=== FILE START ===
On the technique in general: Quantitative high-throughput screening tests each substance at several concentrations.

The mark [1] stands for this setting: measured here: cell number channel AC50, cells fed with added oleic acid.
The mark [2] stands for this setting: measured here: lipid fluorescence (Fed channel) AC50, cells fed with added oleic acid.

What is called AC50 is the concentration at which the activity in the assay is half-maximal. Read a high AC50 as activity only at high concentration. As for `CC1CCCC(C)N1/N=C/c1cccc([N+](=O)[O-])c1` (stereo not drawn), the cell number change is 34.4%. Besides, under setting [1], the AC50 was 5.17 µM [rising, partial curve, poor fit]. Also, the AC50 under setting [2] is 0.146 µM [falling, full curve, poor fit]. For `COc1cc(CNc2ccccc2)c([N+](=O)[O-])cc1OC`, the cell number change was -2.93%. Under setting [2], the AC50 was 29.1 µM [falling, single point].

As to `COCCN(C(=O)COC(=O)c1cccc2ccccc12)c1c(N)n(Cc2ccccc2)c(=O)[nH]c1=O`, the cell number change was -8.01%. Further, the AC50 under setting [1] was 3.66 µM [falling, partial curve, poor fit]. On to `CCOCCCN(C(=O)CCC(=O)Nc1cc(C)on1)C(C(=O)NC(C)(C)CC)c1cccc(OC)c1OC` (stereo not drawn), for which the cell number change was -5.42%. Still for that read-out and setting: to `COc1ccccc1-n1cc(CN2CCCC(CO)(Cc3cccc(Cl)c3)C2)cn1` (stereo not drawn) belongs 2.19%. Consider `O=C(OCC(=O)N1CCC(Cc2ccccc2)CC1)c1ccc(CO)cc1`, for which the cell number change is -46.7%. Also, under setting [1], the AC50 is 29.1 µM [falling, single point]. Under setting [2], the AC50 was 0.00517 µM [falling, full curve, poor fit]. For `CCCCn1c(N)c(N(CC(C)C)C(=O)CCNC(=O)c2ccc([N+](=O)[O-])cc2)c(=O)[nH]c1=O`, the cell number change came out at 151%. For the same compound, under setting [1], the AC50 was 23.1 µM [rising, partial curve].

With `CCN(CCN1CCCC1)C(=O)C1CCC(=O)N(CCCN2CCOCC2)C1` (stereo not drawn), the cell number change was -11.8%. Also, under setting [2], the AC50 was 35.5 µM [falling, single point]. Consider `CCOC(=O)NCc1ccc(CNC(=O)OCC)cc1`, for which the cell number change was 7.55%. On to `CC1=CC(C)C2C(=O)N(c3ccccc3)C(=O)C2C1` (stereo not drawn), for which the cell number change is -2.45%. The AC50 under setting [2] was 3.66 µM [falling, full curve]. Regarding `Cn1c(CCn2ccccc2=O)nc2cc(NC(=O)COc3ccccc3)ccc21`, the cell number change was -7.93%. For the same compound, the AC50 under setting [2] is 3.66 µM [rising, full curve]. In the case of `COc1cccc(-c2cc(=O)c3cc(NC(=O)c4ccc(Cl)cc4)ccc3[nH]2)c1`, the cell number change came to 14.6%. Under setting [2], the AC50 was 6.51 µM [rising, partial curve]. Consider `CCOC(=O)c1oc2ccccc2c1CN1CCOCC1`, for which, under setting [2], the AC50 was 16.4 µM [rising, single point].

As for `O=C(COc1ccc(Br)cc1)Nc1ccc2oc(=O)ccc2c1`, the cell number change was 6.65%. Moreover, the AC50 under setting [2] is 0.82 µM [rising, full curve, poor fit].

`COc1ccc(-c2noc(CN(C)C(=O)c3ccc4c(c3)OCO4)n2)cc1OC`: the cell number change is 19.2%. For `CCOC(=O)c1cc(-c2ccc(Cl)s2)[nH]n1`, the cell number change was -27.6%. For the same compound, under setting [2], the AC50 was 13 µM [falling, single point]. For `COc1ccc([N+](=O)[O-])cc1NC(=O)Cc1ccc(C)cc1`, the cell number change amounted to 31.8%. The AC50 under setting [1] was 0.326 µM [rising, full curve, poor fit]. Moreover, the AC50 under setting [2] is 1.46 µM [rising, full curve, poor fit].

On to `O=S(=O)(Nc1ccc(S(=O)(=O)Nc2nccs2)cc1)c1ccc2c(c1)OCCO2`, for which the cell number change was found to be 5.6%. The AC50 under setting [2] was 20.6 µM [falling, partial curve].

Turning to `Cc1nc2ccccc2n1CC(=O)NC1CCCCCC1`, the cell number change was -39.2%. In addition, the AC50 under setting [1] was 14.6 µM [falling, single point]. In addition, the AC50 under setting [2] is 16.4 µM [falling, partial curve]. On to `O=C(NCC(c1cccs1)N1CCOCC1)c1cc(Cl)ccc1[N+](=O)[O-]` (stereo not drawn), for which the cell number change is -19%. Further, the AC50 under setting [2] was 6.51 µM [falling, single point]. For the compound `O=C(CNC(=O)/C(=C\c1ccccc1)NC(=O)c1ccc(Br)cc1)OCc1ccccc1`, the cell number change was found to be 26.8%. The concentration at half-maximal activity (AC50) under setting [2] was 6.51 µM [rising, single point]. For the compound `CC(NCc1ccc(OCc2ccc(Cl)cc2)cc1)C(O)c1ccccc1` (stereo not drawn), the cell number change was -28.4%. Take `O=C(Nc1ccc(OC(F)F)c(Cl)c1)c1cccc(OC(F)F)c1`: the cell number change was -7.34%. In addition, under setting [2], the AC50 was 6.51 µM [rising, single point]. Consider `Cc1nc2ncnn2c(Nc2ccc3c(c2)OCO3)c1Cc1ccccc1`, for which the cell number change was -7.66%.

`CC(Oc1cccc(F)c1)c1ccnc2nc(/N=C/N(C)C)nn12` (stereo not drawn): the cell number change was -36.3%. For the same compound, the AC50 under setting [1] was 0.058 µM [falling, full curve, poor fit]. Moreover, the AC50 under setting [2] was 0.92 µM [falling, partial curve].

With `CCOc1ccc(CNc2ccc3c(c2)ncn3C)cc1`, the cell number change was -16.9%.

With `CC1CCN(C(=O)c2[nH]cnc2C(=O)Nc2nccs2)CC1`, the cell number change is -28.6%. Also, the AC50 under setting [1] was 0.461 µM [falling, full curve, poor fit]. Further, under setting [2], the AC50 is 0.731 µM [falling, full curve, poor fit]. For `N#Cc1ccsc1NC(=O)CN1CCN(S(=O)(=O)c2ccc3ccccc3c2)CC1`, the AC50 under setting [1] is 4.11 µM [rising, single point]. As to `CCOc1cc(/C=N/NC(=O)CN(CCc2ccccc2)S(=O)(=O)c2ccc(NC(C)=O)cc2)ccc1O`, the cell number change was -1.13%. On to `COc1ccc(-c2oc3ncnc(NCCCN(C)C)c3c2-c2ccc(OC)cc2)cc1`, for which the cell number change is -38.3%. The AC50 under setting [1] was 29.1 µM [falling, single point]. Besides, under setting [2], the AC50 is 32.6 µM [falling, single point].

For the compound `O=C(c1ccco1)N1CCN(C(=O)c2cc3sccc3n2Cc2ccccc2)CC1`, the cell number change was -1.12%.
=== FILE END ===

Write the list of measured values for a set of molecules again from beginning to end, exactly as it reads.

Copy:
On the technique in general: Quantitative high-throughput screening tests each substance at several concentrations.

The mark [1] stands for this setting: measured here: cell number channel AC50, cells fed with added oleic acid.
The mark [2] stands for this setting: measured here: lipid fluorescence (Fed channel) AC50, cells fed with added oleic acid.

What is called AC50 is the concentration at which the activity in the assay is half-maximal. Read a high AC50 as activity only at high concentration. As for `CC1CCCC(C)N1/N=C/c1cccc([N+](=O)[O-])c1` (stereo not drawn), the cell number change is 34.4%. Besides, under setting [1], the AC50 was 5.17 µM [rising, partial curve, poor fit]. Also, the AC50 under setting [2] is 0.146 µM [falling, full curve, poor fit]. For `COc1cc(CNc2ccccc2)c([N+](=O)[O-])cc1OC`, the cell number change was -2.93%. Under setting [2], the AC50 was 29.1 µM [falling, single point].

As to `COCCN(C(=O)COC(=O)c1cccc2ccccc12)c1c(N)n(Cc2ccccc2)c(=O)[nH]c1=O`, the cell number change was -8.01%. Further, the AC50 under setting [1] was 3.66 µM [falling, partial curve, poor fit]. On to `CCOCCCN(C(=O)CCC(=O)Nc1cc(C)on1)C(C(=O)NC(C)(C)CC)c1cccc(OC)c1OC` (stereo not drawn), for which the cell number change was -5.42%. Still for that read-out and setting: to `COc1ccccc1-n1cc(CN2CCCC(CO)(Cc3cccc(Cl)c3)C2)cn1` (stereo not drawn) belongs 2.19%. Consider `O=C(OCC(=O)N1CCC(Cc2ccccc2)CC1)c1ccc(CO)cc1`, for which the cell number change is -46.7%. Also, under setting [1], the AC50 is 29.1 µM [falling, single point]. Under setting [2], the AC50 was 0.00517 µM [falling, full curve, poor fit]. For `CCCCn1c(N)c(N(CC(C)C)C(=O)CCNC(=O)c2ccc([N+](=O)[O-])cc2)c(=O)[nH]c1=O`, the cell number change came out at 151%. For the same compound, under setting [1], the AC50 was 23.1 µM [rising, partial curve].

With `CCN(CCN1CCCC1)C(=O)C1CCC(=O)N(CCCN2CCOCC2)C1` (stereo not drawn), the cell number change was -11.8%. Also, under setting [2], the AC50 was 35.5 µM [falling, single point]. Consider `CCOC(=O)NCc1ccc(CNC(=O)OCC)cc1`, for which the cell number change was 7.55%. On to `CC1=CC(C)C2C(=O)N(c3ccccc3)C(=O)C2C1` (stereo not drawn), for which the cell number change is -2.45%. The AC50 under setting [2] was 3.66 µM [falling, full curve]. Regarding `Cn1c(CCn2ccccc2=O)nc2cc(NC(=O)COc3ccccc3)ccc21`, the cell number change was -7.93%. For the same compound, the AC50 under setting [2] is 3.66 µM [rising, full curve]. In the case of `COc1cccc(-c2cc(=O)c3cc(NC(=O)c4ccc(Cl)cc4)ccc3[nH]2)c1`, the cell number change came to 14.6%. Under setting [2], the AC50 was 6.51 µM [rising, partial curve]. Consider `CCOC(=O)c1oc2ccccc2c1CN1CCOCC1`, for which, under setting [2], the AC50 was 16.4 µM [rising, single point].

As for `O=C(COc1ccc(Br)cc1)Nc1ccc2oc(=O)ccc2c1`, the cell number change was 6.65%. Moreover, the AC50 under setting [2] is 0.82 µM [rising, full curve, poor fit].

`COc1ccc(-c2noc(CN(C)C(=O)c3ccc4c(c3)OCO4)n2)cc1OC`: the cell number change is 19.2%. For `CCOC(=O)c1cc(-c2ccc(Cl)s2)[nH]n1`, the cell number change was -27.6%. For the same compound, under setting [2], the AC50 was 13 µM [falling, single point]. For `COc1ccc([N+](=O)[O-])cc1NC(=O)Cc1ccc(C)cc1`, the cell number change amounted to 31.8%. The AC50 under setting [1] was 0.326 µM [rising, full curve, poor fit]. Moreover, the AC50 under setting [2] is 1.46 µM [rising, full curve, poor fit].

On to `O=S(=O)(Nc1ccc(S(=O)(=O)Nc2nccs2)cc1)c1ccc2c(c1)OCCO2`, for which the cell number change was found to be 5.6%. The AC50 under setting [2] was 20.6 µM [falling, partial curve].

Turning to `Cc1nc2ccccc2n1CC(=O)NC1CCCCCC1`, the cell number change was -39.2%. In addition, the AC50 under setting [1] was 14.6 µM [falling, single point]. In addition, the AC50 under setting [2] is 16.4 µM [falling, partial curve]. On to `O=C(NCC(c1cccs1)N1CCOCC1)c1cc(Cl)ccc1[N+](=O)[O-]` (stereo not drawn), for which the cell number change is -19%. Further, the AC50 under setting [2] was 6.51 µM [falling, single point]. For the compound `O=C(CNC(=O)/C(=C\c1ccccc1)NC(=O)c1ccc(Br)cc1)OCc1ccccc1`, the cell number change was found to be 26.8%. The concentration at half-maximal activity (AC50) under setting [2] was 6.51 µM [rising, single point]. For the compound `CC(NCc1ccc(OCc2ccc(Cl)cc2)cc1)C(O)c1ccccc1` (stereo not drawn), the cell number change was -28.4%. Take `O=C(Nc1ccc(OC(F)F)c(Cl)c1)c1cccc(OC(F)F)c1`: the cell number change was -7.34%. In addition, under setting [2], the AC50 was 6.51 µM [rising, single point]. Consider `Cc1nc2ncnn2c(Nc2ccc3c(c2)OCO3)c1Cc1ccccc1`, for which the cell number change was -7.66%.

`CC(Oc1cccc(F)c1)c1ccnc2nc(/N=C/N(C)C)nn12` (stereo not drawn): the cell number change was -36.3%. For the same compound, the AC50 under setting [1] was 0.058 µM [falling, full curve, poor fit]. Moreover, the AC50 under setting [2] was 0.92 µM [falling, partial curve].

With `CCOc1ccc(CNc2ccc3c(c2)ncn3C)cc1`, the cell number change was -16.9%.

With `CC1CCN(C(=O)c2[nH]cnc2C(=O)Nc2nccs2)CC1`, the cell number change is -28.6%. Also, the AC50 under setting [1] was 0.461 µM [falling, full curve, poor fit]. Further, under setting [2], the AC50 is 0.731 µM [falling, full curve, poor fit]. For `N#Cc1ccsc1NC(=O)CN1CCN(S(=O)(=O)c2ccc3ccccc3c2)CC1`, the AC50 under setting [1] is 4.11 µM [rising, single point]. As to `CCOc1cc(/C=N/NC(=O)CN(CCc2ccccc2)S(=O)(=O)c2ccc(NC(C)=O)cc2)ccc1O`, the cell number change was -1.13%. On to `COc1ccc(-c2oc3ncnc(NCCCN(C)C)c3c2-c2ccc(OC)cc2)cc1`, for which the cell number change is -38.3%. The AC50 under setting [1] was 29.1 µM [falling, single point]. Besides, under setting [2], the AC50 is 32.6 µM [falling, single point].

For the compound `O=C(c1ccco1)N1CCN(C(=O)c2cc3sccc3n2Cc2ccccc2)CC1`, the cell number change was -1.12%.